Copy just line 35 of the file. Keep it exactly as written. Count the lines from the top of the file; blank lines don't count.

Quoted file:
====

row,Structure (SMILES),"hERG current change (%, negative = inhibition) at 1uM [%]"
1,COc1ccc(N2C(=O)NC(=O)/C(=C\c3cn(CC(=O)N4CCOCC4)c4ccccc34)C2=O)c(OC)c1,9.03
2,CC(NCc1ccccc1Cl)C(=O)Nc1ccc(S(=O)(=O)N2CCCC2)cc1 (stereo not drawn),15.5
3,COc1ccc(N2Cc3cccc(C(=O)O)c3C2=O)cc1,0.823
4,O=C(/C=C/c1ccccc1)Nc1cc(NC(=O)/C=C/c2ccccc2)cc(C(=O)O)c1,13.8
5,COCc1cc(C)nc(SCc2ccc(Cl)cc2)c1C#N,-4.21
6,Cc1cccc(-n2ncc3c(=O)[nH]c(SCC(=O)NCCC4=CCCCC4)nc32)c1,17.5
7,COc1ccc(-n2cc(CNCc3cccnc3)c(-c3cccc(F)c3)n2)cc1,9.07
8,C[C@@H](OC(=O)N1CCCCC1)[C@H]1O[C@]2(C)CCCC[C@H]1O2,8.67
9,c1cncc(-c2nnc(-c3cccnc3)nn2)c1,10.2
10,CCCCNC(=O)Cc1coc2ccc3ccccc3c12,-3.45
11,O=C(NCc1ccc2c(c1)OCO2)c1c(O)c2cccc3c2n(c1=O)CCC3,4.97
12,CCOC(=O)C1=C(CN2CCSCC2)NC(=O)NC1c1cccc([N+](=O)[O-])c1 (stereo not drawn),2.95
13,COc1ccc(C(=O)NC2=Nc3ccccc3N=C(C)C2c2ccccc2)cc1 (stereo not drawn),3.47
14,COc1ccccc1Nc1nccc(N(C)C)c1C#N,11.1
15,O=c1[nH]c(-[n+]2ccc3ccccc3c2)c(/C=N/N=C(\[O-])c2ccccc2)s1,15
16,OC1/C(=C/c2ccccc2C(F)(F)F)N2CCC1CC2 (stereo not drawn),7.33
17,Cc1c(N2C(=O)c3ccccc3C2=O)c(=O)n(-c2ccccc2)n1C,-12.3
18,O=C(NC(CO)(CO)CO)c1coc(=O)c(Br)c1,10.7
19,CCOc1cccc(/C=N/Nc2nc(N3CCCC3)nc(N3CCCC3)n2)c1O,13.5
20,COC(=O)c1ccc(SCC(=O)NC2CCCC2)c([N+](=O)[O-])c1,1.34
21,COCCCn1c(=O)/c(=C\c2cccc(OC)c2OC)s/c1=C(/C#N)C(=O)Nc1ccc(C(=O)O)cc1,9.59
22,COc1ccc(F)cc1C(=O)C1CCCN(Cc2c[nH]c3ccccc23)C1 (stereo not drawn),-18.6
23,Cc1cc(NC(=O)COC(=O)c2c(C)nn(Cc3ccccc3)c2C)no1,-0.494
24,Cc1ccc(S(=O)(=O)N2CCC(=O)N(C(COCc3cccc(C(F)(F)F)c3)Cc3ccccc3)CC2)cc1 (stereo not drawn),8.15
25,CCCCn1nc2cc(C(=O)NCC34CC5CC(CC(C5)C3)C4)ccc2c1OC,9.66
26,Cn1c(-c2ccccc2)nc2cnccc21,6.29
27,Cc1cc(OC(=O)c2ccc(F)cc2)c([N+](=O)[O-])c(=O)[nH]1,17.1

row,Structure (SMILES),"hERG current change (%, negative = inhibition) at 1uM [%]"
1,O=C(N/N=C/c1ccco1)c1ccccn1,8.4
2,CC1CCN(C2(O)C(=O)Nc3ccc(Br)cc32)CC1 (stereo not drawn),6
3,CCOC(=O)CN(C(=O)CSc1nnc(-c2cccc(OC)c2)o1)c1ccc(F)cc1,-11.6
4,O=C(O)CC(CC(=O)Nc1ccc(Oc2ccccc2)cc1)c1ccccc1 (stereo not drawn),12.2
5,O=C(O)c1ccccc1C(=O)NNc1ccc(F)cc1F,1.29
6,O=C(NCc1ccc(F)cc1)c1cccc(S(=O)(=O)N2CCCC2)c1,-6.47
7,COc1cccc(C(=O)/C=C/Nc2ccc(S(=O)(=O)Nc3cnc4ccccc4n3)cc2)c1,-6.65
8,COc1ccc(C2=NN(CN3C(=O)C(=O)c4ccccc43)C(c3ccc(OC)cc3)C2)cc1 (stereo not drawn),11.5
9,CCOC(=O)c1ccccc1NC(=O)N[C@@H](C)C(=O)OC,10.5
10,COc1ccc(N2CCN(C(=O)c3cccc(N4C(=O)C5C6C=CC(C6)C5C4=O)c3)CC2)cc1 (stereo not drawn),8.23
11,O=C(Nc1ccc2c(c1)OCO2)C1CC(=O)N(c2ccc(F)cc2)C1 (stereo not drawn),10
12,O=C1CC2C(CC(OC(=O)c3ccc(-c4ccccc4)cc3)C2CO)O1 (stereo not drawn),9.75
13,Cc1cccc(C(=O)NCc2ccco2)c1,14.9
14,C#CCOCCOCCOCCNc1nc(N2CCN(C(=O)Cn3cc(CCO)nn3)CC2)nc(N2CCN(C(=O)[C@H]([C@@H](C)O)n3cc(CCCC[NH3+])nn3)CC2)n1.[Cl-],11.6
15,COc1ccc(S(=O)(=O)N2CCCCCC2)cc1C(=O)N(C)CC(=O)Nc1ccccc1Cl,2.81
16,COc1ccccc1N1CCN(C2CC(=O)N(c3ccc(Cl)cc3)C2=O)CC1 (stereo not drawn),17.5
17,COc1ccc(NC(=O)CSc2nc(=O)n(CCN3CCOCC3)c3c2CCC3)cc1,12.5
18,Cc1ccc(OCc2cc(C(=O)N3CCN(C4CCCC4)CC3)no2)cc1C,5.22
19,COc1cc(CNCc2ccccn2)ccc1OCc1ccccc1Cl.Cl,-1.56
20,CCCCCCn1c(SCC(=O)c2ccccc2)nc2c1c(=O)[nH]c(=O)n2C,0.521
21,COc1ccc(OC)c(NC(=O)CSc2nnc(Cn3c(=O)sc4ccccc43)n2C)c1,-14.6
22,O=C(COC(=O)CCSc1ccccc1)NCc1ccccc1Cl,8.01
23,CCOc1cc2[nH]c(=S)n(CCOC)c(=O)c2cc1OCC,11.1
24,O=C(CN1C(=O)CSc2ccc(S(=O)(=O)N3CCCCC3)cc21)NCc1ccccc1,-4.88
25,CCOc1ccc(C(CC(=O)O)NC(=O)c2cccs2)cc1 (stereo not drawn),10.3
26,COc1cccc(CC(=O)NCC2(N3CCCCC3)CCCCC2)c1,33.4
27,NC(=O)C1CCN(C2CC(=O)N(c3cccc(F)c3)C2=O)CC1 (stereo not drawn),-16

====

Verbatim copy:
6,O=C(NCc1ccc(F)cc1)c1cccc(S(=O)(=O)N2CCCC2)c1,-6.47